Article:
Ok so we defined multiplication mod n and the question is, Let a element of Zn there exists b element Zn such that a * b = 1 iff gcd(a,n) = 1. I know i gotta go both ways but im not sure where to start to attack this thing

- November 9th 2009, 06:11 PMChrisBickleshowing the identity in multiplication mod n only exists with gcd =1
Ok so we defined multiplication mod n and the question is, Let a element of Zn there exists b element Zn such that a * b = 1 iff gcd(a,n) = 1. I know i gotta go both ways but im not sure where to start to attack this thing

- November 9th 2009, 07:59 PMoldguynewstudent
What you've written doesn't really make sense. However I will try to help.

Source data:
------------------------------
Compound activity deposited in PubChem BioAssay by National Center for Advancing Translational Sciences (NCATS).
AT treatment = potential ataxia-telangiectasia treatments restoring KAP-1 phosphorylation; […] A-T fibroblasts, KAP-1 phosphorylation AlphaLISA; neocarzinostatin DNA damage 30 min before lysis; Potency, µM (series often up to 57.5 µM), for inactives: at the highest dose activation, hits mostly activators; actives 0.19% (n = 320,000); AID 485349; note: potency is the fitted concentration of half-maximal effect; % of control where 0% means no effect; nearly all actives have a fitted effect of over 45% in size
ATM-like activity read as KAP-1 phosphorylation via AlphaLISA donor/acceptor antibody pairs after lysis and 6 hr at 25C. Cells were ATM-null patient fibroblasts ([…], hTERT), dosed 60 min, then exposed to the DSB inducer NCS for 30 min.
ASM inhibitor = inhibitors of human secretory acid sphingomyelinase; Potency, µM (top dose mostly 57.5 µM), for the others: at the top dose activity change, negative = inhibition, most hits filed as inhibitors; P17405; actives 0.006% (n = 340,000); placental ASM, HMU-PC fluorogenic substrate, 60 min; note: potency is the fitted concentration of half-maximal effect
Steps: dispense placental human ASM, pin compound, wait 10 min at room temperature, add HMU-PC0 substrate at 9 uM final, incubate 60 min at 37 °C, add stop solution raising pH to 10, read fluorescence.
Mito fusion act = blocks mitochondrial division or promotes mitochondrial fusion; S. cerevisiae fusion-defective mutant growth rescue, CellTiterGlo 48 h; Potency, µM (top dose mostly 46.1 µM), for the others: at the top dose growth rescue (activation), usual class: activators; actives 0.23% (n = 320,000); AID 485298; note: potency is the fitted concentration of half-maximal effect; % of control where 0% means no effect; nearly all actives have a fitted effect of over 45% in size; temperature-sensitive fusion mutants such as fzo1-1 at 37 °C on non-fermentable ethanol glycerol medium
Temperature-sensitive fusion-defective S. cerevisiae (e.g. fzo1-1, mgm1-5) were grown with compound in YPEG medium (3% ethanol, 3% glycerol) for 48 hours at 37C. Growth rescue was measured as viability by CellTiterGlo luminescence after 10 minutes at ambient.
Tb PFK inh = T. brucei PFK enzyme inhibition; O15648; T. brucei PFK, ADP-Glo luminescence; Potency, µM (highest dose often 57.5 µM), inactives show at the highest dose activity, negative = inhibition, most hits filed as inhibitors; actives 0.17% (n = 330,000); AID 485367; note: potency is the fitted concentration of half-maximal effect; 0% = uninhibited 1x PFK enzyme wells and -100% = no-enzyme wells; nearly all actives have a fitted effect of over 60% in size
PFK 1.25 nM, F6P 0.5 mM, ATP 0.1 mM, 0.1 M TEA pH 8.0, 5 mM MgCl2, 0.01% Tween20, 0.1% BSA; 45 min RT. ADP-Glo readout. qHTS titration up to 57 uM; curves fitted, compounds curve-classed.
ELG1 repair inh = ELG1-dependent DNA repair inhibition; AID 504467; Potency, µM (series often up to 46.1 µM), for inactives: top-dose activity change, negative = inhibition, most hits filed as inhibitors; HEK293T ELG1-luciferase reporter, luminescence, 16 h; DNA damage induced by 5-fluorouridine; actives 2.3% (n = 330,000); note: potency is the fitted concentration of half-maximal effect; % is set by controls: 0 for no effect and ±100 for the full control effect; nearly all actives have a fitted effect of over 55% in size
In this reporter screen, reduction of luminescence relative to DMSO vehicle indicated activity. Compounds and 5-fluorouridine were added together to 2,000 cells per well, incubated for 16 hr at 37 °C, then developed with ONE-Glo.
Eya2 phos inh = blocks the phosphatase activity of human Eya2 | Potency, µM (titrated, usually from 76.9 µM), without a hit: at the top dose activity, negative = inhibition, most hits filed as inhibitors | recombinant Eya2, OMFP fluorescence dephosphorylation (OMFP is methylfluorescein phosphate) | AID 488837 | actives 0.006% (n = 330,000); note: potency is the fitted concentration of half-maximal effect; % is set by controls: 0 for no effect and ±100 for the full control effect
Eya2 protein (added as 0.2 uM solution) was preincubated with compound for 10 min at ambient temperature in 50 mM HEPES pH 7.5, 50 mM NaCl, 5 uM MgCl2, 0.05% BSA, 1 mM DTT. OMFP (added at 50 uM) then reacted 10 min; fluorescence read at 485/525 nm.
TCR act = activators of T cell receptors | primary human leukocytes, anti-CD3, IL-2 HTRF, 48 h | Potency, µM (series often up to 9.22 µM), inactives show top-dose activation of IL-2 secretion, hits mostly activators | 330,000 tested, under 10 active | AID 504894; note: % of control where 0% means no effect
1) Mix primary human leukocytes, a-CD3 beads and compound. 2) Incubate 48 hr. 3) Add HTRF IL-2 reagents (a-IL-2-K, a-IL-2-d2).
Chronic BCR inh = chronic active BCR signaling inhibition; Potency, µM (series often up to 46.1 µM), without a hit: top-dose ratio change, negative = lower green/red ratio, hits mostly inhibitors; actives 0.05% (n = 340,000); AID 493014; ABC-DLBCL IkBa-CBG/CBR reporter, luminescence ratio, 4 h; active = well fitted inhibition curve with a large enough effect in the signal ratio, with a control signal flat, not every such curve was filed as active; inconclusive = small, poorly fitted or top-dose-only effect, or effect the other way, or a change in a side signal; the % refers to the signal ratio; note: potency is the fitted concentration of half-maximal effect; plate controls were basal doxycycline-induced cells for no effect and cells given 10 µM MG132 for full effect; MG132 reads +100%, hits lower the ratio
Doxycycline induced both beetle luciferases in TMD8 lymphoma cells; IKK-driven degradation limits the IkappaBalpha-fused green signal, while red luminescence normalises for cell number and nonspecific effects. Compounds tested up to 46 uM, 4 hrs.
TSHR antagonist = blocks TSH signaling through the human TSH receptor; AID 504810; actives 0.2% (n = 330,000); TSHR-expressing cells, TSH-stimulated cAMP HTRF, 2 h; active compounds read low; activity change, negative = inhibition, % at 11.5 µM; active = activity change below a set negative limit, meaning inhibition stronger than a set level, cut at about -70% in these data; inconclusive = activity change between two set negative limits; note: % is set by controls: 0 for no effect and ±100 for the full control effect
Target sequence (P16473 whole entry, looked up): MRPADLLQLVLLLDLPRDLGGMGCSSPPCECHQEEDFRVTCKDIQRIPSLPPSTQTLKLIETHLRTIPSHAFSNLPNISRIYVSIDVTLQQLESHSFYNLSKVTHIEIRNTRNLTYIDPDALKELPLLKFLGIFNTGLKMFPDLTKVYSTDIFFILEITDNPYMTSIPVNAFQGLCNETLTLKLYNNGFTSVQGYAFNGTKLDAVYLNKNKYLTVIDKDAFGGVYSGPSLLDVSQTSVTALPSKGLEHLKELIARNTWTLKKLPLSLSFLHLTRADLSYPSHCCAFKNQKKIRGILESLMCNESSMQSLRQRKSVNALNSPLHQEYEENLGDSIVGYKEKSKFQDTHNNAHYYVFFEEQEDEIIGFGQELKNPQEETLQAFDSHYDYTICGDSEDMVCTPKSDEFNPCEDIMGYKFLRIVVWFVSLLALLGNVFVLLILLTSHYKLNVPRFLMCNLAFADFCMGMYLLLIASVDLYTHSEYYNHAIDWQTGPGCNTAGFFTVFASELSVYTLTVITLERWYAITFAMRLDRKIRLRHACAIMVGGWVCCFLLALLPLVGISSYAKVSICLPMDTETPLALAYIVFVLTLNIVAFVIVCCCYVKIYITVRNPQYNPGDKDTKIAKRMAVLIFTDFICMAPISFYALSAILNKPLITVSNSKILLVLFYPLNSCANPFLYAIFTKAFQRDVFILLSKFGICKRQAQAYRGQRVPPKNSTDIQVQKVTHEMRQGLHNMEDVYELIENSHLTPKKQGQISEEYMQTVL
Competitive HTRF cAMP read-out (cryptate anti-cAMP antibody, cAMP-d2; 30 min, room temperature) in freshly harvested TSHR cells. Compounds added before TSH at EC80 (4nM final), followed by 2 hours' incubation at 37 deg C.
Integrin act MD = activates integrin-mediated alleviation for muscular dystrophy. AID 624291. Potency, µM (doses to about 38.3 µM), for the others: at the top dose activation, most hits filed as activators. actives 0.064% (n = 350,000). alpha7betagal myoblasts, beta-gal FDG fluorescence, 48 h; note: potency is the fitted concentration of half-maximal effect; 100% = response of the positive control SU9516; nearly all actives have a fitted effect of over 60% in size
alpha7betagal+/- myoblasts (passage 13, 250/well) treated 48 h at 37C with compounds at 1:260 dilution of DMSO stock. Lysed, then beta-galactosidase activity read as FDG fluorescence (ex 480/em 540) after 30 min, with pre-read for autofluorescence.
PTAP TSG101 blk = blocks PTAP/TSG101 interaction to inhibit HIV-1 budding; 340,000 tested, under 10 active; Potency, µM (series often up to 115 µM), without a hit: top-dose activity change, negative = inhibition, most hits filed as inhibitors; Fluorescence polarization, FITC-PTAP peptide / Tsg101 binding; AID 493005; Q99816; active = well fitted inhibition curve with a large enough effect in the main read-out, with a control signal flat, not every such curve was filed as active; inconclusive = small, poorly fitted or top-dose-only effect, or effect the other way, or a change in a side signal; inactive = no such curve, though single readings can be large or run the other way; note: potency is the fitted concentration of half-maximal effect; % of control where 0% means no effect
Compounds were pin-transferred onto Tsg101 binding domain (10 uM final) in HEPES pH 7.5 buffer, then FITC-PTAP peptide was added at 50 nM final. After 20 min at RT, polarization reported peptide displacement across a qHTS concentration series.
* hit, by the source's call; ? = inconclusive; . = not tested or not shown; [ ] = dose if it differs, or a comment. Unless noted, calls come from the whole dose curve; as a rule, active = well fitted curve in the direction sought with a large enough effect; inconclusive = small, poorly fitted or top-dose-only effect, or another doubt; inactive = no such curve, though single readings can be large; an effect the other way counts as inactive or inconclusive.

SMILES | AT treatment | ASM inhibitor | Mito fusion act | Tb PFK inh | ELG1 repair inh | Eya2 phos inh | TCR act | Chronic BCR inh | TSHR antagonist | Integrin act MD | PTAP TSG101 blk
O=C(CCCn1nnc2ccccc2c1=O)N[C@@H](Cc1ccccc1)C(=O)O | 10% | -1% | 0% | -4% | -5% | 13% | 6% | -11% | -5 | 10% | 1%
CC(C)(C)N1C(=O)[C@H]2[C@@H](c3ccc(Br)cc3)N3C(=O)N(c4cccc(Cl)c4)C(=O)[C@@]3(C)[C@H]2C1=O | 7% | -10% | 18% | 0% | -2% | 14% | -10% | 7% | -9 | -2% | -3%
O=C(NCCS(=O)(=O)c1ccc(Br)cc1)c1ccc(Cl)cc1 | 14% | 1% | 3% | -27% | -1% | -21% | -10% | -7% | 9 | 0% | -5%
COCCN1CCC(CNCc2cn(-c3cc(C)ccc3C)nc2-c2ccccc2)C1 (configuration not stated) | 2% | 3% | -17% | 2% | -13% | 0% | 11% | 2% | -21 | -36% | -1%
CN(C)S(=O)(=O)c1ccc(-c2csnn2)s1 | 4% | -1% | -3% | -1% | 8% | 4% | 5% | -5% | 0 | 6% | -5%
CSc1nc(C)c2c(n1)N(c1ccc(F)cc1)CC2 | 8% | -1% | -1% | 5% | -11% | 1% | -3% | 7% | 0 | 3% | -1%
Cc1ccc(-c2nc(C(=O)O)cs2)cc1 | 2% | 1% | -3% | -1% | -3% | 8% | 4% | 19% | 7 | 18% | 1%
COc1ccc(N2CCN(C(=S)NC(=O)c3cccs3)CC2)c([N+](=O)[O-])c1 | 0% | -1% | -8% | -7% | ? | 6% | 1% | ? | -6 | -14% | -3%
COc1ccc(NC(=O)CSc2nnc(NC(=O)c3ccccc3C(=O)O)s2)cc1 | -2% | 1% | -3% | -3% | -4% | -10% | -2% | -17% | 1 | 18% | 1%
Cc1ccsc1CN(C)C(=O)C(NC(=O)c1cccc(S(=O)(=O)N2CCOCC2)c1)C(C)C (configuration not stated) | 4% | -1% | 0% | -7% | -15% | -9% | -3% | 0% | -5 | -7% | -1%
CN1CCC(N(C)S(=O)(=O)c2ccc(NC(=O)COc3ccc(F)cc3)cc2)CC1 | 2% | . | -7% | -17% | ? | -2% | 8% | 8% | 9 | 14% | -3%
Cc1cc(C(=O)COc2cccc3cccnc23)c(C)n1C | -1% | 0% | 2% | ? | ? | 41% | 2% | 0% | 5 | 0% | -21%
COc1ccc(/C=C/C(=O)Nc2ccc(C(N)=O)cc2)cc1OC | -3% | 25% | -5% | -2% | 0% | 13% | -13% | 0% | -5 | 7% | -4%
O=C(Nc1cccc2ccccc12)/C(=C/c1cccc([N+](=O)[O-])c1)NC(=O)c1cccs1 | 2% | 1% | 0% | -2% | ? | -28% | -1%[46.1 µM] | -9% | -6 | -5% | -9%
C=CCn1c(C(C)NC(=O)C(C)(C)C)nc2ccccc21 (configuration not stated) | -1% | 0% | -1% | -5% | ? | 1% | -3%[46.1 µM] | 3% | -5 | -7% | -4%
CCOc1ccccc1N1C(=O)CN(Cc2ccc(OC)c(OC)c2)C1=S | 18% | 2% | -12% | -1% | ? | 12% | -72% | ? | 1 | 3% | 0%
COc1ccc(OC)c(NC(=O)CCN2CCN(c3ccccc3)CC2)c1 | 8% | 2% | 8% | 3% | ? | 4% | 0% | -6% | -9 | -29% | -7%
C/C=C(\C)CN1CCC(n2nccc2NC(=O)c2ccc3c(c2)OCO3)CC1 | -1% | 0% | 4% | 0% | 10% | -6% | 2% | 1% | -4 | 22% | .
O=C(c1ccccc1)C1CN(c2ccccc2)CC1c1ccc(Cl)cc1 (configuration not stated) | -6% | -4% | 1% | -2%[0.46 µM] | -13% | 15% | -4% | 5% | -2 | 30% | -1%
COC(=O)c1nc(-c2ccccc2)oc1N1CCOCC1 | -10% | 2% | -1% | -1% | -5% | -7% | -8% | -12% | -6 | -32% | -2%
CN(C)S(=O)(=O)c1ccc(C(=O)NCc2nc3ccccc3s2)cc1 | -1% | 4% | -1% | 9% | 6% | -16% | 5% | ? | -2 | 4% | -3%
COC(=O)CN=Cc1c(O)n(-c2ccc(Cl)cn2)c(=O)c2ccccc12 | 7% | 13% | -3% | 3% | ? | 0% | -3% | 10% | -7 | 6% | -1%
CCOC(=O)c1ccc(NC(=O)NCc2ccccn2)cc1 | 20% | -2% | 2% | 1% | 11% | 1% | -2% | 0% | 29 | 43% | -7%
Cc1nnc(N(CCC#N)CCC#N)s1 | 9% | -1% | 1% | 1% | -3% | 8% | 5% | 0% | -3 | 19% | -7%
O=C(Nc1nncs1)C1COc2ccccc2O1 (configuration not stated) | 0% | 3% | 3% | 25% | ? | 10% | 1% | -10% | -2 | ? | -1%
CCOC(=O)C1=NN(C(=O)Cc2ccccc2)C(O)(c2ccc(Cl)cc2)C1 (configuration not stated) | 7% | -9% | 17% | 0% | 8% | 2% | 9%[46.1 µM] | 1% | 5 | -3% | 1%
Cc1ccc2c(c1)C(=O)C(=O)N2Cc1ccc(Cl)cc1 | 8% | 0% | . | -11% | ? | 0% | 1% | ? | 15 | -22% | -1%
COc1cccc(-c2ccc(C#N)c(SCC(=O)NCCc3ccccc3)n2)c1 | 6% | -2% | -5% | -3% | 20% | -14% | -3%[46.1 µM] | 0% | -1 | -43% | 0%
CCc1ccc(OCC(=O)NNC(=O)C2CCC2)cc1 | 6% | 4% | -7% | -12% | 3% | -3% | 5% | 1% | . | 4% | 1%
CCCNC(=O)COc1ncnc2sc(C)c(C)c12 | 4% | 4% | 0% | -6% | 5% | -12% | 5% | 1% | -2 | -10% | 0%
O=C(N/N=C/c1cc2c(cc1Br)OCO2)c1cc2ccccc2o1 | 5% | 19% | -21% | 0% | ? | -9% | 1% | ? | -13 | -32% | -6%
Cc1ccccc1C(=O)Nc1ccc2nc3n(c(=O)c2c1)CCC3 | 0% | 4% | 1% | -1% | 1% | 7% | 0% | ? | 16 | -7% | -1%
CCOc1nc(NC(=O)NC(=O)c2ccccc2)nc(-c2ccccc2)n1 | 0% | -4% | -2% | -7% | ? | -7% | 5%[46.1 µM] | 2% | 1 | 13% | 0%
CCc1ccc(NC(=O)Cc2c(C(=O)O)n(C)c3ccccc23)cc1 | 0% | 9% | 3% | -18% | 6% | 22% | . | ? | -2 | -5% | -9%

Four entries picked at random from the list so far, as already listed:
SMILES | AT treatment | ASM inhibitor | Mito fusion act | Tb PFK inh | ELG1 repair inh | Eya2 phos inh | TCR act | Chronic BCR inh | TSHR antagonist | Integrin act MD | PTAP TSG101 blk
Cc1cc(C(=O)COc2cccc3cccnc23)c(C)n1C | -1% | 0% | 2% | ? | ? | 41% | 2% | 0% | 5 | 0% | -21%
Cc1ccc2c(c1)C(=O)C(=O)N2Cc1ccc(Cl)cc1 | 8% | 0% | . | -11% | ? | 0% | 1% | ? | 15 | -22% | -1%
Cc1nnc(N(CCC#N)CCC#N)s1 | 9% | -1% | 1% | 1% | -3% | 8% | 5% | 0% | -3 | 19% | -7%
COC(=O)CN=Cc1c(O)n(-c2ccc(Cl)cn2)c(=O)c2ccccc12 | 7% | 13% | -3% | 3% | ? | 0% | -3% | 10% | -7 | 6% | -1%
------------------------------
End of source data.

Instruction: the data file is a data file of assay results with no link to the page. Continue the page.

I suppose you are saying a,b Z. Then if a*b = 1, a and b would both have to be 1 or -1 since no other intergers multiplied together = 1.

If a is 1 or -1 then gcd(a,n) is obviously 1.

converse: Assume gcd(a,n) not = 1, then a cannot be 1 or -1.

Therefore b cannot be an integer such that a * b = 1. Proof by contrapositive.

If this is not what you are saying, please restate. - November 10th 2009, 08:59 PMChrisBickle
ya it didnt make much sense the way i wrote it i figured it out today, if you assume b exists then ab is congruent to 1modn and use definitions to get to ab - nh = 1 then the gcd is 1 and turn it around to go the other way. Thanks for trying sorry i wrote it so confusing.

- November 10th 2009, 09:53 PMDrexel28
I assume you meant there ?

Problem: Prove that for some .

**Lemma:**For the linear Diophantine equation is only solvable if

**Proof:**Suppose that but such that . Then clearly and so which is a contradiction.

This proves the leftward facing arrow. I'm tired, so I'l leave the other half to you.